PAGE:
“I came with the objective of having good fights, strengthening my judo and feeling better in the big meetings that are coming up. I think I ended up doing what my coach and I [Pedro Soares] we had planned: good fights, feeling tired, going through dangerous situations, but not being afraid of them happening. That was the goal. Everything I wanted came true, mostly good fights,” Jorge Fonseca (-100kg) told A BOLA, after winning the gold medal at the European Open in Prague, beating the Swiss Daniel Eich (33rd in the standings) in just 19 seconds. !
Opponent that the double world champion (3rd) had met in the final of the Portuguese Grand Prix, a month ago. Then fixed things in… 43s. “He’s a nice and humble boy. He’s only 21, he respects me but doesn’t fear me. But I have a specific tactic for him and that makes everything easier. I think in a few years, he will be a great judoka, but he still needs to drink a lot of tea to beat me in these competitions,” added Fonseca who, still on the tatami, held Eich so they could take a picture together with his thumbs. to the top.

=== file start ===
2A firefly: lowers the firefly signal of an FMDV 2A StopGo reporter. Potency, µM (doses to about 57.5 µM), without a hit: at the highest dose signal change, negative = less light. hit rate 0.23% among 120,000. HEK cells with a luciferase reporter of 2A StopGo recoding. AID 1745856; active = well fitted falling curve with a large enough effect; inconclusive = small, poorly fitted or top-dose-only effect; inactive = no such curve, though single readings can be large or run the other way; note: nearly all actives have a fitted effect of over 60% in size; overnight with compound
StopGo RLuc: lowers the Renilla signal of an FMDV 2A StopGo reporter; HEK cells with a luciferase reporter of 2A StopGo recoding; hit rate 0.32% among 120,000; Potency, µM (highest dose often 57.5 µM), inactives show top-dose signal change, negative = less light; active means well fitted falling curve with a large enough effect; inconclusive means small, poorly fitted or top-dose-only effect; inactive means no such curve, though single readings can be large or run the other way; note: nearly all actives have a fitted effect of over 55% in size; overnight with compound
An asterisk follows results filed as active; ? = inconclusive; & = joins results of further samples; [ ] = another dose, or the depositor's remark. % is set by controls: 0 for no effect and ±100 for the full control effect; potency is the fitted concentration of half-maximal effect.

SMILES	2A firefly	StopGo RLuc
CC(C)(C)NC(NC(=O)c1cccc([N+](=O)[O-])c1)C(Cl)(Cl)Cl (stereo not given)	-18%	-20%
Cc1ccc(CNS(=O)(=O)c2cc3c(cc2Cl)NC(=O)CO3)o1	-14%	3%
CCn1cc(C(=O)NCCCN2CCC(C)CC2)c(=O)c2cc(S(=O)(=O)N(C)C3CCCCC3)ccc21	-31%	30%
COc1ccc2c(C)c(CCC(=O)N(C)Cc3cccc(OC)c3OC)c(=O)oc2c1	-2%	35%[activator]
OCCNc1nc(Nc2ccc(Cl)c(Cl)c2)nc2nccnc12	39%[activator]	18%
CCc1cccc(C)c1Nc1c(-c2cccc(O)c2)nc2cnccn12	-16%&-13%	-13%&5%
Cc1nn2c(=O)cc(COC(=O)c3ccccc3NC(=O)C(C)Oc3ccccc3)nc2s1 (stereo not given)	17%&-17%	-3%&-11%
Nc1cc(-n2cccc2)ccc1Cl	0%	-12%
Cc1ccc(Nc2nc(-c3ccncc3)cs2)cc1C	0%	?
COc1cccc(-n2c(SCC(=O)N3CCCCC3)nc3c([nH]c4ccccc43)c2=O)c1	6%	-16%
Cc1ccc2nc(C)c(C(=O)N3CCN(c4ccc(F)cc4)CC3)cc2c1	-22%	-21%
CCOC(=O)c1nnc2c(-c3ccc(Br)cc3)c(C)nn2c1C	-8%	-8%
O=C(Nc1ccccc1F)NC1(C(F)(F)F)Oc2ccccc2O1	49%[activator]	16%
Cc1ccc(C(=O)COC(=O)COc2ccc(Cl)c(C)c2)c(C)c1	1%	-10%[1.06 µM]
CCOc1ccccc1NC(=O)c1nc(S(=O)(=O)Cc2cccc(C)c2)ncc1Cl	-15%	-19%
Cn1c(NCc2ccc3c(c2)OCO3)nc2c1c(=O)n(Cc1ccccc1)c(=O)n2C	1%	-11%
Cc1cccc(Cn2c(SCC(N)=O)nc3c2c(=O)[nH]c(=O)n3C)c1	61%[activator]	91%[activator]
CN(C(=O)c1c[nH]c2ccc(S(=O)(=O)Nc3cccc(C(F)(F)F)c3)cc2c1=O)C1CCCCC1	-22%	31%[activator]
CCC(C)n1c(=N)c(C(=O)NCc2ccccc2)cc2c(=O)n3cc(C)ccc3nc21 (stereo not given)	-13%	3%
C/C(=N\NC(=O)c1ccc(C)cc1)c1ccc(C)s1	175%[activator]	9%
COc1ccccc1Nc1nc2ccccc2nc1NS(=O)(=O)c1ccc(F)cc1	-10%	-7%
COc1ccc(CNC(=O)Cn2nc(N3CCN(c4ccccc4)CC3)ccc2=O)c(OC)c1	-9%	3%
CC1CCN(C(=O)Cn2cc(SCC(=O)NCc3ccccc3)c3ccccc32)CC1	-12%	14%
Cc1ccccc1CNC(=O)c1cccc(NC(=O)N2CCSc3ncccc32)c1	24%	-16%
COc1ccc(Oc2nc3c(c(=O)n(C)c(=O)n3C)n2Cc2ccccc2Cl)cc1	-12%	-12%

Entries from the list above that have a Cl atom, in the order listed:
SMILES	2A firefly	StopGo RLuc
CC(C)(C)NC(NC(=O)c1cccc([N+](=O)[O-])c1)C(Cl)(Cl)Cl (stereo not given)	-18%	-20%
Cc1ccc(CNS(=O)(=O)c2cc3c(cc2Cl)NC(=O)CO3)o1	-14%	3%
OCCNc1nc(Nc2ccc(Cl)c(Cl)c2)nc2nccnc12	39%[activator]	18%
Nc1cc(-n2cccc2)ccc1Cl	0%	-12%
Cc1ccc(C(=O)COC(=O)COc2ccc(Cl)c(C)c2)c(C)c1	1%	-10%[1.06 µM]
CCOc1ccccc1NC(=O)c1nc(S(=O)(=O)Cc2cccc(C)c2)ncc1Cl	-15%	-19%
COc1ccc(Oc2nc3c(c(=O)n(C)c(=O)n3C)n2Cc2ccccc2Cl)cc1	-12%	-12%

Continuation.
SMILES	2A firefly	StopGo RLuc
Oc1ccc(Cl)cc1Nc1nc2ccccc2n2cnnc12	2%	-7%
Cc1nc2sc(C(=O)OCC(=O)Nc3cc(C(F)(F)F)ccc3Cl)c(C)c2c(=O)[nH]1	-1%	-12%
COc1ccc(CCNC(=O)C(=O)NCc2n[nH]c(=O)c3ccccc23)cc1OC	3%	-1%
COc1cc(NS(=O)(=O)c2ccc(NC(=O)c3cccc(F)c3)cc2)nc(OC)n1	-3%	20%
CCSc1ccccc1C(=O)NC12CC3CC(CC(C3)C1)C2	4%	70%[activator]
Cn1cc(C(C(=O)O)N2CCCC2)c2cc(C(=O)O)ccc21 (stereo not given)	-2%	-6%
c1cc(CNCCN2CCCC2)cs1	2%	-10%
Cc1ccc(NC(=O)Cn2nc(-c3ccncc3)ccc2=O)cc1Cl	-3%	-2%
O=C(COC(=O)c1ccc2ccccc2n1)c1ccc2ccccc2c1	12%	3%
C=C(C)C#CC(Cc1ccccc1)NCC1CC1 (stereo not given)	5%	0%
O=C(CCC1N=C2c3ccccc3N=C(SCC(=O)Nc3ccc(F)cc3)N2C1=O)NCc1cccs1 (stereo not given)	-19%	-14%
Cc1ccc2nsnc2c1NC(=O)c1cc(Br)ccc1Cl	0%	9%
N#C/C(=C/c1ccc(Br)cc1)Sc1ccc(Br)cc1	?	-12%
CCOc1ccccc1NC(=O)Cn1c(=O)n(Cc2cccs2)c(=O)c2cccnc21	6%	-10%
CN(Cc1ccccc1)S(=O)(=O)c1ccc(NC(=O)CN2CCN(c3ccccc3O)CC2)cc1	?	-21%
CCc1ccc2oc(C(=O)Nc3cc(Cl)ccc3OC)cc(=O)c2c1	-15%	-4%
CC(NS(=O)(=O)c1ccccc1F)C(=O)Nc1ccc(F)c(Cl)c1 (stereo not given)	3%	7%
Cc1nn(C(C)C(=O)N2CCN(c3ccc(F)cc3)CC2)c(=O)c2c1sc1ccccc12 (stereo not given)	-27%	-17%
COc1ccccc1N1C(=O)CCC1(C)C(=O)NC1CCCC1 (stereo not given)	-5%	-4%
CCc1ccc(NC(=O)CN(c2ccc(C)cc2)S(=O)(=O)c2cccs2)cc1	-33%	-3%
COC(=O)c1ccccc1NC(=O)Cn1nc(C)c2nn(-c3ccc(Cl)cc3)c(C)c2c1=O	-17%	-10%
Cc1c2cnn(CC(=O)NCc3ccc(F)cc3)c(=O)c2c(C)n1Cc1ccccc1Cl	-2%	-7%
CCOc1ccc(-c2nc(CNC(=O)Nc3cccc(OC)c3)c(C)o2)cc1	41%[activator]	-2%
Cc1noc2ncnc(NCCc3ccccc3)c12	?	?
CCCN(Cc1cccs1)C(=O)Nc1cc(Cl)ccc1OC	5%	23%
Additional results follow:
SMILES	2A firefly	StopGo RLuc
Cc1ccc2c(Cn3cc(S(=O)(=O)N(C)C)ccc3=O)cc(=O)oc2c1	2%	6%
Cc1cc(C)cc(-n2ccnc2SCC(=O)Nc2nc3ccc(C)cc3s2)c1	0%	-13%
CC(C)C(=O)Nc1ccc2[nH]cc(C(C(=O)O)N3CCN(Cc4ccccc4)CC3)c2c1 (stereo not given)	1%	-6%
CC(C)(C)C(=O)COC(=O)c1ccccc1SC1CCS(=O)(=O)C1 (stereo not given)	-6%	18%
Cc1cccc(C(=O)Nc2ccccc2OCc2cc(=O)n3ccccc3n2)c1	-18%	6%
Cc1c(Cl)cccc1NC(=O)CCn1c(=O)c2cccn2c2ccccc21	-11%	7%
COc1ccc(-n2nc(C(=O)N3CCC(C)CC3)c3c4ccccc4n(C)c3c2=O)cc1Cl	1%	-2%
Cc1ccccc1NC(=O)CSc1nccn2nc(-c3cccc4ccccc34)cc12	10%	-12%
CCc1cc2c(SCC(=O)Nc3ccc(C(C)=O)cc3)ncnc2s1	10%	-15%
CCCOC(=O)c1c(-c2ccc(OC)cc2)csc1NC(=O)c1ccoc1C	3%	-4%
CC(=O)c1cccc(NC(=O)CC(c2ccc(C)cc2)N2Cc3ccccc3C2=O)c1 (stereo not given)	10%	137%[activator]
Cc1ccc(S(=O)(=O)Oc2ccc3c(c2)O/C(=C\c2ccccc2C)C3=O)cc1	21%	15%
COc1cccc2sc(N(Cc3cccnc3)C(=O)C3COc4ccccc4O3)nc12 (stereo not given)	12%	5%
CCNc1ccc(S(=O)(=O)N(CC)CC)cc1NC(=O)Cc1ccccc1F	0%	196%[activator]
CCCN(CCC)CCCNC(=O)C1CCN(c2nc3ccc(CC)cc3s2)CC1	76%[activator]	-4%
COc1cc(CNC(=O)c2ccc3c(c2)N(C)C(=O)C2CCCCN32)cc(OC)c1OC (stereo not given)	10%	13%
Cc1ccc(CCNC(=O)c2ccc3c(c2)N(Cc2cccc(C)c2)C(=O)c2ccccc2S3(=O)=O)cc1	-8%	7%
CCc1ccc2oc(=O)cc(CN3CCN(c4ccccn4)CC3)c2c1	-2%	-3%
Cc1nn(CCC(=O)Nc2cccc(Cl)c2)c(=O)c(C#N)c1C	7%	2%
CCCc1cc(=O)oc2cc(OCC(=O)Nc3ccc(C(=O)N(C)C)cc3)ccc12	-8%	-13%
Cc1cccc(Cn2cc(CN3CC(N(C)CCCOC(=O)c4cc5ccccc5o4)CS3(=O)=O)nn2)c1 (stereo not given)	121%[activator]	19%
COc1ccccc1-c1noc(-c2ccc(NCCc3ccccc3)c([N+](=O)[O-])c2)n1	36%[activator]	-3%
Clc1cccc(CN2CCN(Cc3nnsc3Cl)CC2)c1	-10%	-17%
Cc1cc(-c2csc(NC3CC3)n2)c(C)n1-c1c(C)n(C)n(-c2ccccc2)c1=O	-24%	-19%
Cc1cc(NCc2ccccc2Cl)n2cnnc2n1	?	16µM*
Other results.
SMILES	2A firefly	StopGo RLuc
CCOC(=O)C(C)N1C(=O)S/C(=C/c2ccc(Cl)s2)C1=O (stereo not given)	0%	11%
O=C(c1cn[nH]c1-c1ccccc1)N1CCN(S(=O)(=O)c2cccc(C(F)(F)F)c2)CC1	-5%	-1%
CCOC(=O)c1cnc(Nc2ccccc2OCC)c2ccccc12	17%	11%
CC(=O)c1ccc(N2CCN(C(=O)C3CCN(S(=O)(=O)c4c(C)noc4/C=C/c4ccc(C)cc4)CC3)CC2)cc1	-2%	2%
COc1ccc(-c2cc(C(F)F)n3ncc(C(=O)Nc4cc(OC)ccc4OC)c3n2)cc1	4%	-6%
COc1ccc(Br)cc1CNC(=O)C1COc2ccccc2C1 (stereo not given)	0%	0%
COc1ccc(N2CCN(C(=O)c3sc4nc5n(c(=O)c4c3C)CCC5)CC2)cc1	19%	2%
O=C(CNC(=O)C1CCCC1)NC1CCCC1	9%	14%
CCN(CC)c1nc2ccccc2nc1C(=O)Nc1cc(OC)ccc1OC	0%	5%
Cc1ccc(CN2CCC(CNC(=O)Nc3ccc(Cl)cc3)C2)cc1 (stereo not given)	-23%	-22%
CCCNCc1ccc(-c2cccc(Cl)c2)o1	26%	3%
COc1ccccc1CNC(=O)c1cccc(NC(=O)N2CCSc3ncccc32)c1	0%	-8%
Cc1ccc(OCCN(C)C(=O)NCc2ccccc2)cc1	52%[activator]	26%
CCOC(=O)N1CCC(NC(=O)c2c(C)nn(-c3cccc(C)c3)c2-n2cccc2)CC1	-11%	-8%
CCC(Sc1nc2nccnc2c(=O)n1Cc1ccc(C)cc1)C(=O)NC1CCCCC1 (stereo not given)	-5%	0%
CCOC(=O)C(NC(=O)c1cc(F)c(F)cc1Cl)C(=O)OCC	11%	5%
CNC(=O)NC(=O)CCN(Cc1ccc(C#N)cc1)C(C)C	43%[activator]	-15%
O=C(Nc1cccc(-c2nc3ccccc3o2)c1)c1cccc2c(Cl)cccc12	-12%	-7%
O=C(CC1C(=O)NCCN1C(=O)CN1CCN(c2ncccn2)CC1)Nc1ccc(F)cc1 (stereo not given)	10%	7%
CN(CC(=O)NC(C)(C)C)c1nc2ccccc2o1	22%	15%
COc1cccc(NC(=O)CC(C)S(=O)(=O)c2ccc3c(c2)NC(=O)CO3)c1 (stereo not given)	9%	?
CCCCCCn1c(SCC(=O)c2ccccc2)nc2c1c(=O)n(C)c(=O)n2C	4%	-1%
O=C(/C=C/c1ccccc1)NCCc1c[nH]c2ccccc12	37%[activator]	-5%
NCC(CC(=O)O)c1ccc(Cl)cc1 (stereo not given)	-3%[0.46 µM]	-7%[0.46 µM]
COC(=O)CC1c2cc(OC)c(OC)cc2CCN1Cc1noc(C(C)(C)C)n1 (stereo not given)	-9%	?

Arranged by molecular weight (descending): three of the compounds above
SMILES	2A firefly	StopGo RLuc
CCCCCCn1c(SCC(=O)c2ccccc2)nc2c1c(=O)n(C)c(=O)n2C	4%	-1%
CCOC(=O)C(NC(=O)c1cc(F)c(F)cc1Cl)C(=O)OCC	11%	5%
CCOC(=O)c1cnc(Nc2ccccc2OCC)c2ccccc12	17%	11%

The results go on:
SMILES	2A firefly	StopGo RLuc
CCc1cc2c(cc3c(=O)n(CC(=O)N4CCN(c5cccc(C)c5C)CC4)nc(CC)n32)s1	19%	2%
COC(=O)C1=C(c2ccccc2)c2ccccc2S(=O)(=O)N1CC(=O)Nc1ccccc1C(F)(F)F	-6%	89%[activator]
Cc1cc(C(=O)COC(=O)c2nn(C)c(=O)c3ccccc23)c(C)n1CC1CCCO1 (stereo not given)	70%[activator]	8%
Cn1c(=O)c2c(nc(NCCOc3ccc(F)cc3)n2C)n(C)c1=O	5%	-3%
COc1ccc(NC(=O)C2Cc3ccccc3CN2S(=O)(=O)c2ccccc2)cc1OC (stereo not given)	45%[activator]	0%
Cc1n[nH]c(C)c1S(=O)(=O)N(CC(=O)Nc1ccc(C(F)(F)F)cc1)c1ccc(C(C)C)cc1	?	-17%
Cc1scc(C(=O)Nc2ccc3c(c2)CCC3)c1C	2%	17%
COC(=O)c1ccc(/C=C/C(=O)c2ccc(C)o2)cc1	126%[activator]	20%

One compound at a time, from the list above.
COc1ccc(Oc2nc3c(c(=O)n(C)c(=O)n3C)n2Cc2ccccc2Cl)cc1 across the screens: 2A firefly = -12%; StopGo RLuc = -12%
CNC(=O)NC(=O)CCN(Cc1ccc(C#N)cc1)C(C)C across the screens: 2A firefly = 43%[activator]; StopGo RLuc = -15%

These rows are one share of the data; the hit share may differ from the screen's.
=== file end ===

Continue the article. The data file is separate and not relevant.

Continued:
During the race organized in Almada, on the World Tour, Jorge collected 700 points for the classification. Now it was 100, less than if he was 7th in a Grand Slam or a Grand Prix.
While the only fight the 29-year-old Fonseca didn’t win by ippon was the semi-final against Serbian Bojan Dosen (wazari), the biggest struggles the Olympic bronze medalist in Tokyo encountered came in the 3rd round. , with the Italian Kwadjo Anani. Withstands 3.06 m. “At first, I was a little tired. I never fell again, I was already starting to get angry with him…”, he gets carried away. “Every time I attacked him I tried very hard not to throw him and I couldn’t, but he never stopped being controlled. Yes, that was the toughest fight,” he adds of the resolute clash by changing the direction of an attack, catching the opponent off guard and ending up falling on his back.
Ever since the Olympics, Jorge Fonseca has been preparing techniques that are different from what everyone fears and expects of him, and there’s nothing better than to start using them on the less demanding European circuit. “I train in new techniques to be able to surprise the main opponents. Out of two, there is one who came out against the Serb [meia-final] after scoring wazari. Now is the time to work on them. The more tests I perform to make myself confident in these attacks that I have prepared, the better it will be for me,” Fonseca said.
Read it in full in the print edition or digital of the BAL.